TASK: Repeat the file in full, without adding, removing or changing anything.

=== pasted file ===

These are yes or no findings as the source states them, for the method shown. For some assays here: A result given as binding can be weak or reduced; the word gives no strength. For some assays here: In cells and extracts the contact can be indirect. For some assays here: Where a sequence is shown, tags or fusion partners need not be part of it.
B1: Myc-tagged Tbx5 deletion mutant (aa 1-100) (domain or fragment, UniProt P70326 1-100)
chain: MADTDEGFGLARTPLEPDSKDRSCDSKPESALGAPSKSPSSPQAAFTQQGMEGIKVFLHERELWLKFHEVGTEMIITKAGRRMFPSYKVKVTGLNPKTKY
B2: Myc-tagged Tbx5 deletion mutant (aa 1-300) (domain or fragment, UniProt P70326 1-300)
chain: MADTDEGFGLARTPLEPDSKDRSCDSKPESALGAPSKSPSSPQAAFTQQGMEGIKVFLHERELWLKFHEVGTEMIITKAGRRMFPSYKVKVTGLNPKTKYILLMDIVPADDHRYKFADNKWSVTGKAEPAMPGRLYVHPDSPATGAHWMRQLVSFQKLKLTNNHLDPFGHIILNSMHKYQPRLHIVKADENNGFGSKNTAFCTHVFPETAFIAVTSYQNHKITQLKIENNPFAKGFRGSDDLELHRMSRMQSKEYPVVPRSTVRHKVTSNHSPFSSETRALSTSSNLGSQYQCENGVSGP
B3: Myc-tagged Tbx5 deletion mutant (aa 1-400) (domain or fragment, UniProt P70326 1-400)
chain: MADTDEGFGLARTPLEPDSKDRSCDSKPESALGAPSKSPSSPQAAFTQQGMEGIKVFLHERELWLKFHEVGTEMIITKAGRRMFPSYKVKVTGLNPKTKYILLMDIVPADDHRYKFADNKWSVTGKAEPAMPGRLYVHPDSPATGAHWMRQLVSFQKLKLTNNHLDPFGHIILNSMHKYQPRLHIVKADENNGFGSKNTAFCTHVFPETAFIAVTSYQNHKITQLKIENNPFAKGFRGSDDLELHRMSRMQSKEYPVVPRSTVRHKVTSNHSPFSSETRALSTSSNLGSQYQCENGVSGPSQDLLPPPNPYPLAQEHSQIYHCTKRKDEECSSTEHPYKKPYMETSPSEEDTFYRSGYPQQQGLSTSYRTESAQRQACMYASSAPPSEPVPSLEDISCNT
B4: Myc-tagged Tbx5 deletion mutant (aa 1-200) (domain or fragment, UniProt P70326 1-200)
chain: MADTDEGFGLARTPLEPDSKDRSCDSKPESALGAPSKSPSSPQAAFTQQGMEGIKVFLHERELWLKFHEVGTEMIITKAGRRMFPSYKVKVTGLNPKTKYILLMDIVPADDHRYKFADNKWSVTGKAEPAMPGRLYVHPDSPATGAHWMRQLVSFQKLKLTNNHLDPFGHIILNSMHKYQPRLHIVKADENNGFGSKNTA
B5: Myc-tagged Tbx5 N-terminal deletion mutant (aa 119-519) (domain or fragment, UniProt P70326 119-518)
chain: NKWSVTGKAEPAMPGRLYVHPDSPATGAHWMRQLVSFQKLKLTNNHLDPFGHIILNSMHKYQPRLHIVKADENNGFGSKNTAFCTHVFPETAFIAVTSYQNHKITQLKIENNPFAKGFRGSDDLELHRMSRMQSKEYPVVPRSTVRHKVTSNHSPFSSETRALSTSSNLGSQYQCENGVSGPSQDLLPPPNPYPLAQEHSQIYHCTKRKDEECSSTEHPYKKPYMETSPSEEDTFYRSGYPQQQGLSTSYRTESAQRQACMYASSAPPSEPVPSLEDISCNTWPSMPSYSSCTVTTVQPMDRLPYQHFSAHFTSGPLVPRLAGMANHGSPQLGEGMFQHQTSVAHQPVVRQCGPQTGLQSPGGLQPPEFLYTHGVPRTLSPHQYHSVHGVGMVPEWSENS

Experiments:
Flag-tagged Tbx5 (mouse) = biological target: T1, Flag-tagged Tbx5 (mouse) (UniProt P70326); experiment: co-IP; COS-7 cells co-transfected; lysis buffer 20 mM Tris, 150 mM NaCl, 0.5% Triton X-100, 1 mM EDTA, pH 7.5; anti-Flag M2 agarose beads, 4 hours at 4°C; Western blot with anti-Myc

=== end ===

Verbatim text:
These are yes or no findings as the source states them, for the method shown. For some assays here: A result given as binding can be weak or reduced; the word gives no strength. For some assays here: In cells and extracts the contact can be indirect. For some assays here: Where a sequence is shown, tags or fusion partners need not be part of it.
B1: Myc-tagged Tbx5 deletion mutant (aa 1-100) (domain or fragment, UniProt P70326 1-100)
chain: MADTDEGFGLARTPLEPDSKDRSCDSKPESALGAPSKSPSSPQAAFTQQGMEGIKVFLHERELWLKFHEVGTEMIITKAGRRMFPSYKVKVTGLNPKTKY
B2: Myc-tagged Tbx5 deletion mutant (aa 1-300) (domain or fragment, UniProt P70326 1-300)
chain: MADTDEGFGLARTPLEPDSKDRSCDSKPESALGAPSKSPSSPQAAFTQQGMEGIKVFLHERELWLKFHEVGTEMIITKAGRRMFPSYKVKVTGLNPKTKYILLMDIVPADDHRYKFADNKWSVTGKAEPAMPGRLYVHPDSPATGAHWMRQLVSFQKLKLTNNHLDPFGHIILNSMHKYQPRLHIVKADENNGFGSKNTAFCTHVFPETAFIAVTSYQNHKITQLKIENNPFAKGFRGSDDLELHRMSRMQSKEYPVVPRSTVRHKVTSNHSPFSSETRALSTSSNLGSQYQCENGVSGP
B3: Myc-tagged Tbx5 deletion mutant (aa 1-400) (domain or fragment, UniProt P70326 1-400)
chain: MADTDEGFGLARTPLEPDSKDRSCDSKPESALGAPSKSPSSPQAAFTQQGMEGIKVFLHERELWLKFHEVGTEMIITKAGRRMFPSYKVKVTGLNPKTKYILLMDIVPADDHRYKFADNKWSVTGKAEPAMPGRLYVHPDSPATGAHWMRQLVSFQKLKLTNNHLDPFGHIILNSMHKYQPRLHIVKADENNGFGSKNTAFCTHVFPETAFIAVTSYQNHKITQLKIENNPFAKGFRGSDDLELHRMSRMQSKEYPVVPRSTVRHKVTSNHSPFSSETRALSTSSNLGSQYQCENGVSGPSQDLLPPPNPYPLAQEHSQIYHCTKRKDEECSSTEHPYKKPYMETSPSEEDTFYRSGYPQQQGLSTSYRTESAQRQACMYASSAPPSEPVPSLEDISCNT
B4: Myc-tagged Tbx5 deletion mutant (aa 1-200) (domain or fragment, UniProt P70326 1-200)
chain: MADTDEGFGLARTPLEPDSKDRSCDSKPESALGAPSKSPSSPQAAFTQQGMEGIKVFLHERELWLKFHEVGTEMIITKAGRRMFPSYKVKVTGLNPKTKYILLMDIVPADDHRYKFADNKWSVTGKAEPAMPGRLYVHPDSPATGAHWMRQLVSFQKLKLTNNHLDPFGHIILNSMHKYQPRLHIVKADENNGFGSKNTA
B5: Myc-tagged Tbx5 N-terminal deletion mutant (aa 119-519) (domain or fragment, UniProt P70326 119-518)
chain: NKWSVTGKAEPAMPGRLYVHPDSPATGAHWMRQLVSFQKLKLTNNHLDPFGHIILNSMHKYQPRLHIVKADENNGFGSKNTAFCTHVFPETAFIAVTSYQNHKITQLKIENNPFAKGFRGSDDLELHRMSRMQSKEYPVVPRSTVRHKVTSNHSPFSSETRALSTSSNLGSQYQCENGVSGPSQDLLPPPNPYPLAQEHSQIYHCTKRKDEECSSTEHPYKKPYMETSPSEEDTFYRSGYPQQQGLSTSYRTESAQRQACMYASSAPPSEPVPSLEDISCNTWPSMPSYSSCTVTTVQPMDRLPYQHFSAHFTSGPLVPRLAGMANHGSPQLGEGMFQHQTSVAHQPVVRQCGPQTGLQSPGGLQPPEFLYTHGVPRTLSPHQYHSVHGVGMVPEWSENS

Experiments:
Flag-tagged Tbx5 (mouse) = biological target: T1, Flag-tagged Tbx5 (mouse) (UniProt P70326); experiment: co-IP; COS-7 cells co-transfected; lysis buffer 20 mM Tris, 150 mM NaCl, 0.5% Triton X-100, 1 mM EDTA, pH 7.5; anti-Flag M2 agarose beads, 4 hours at 4°C; Western blot with anti-Myc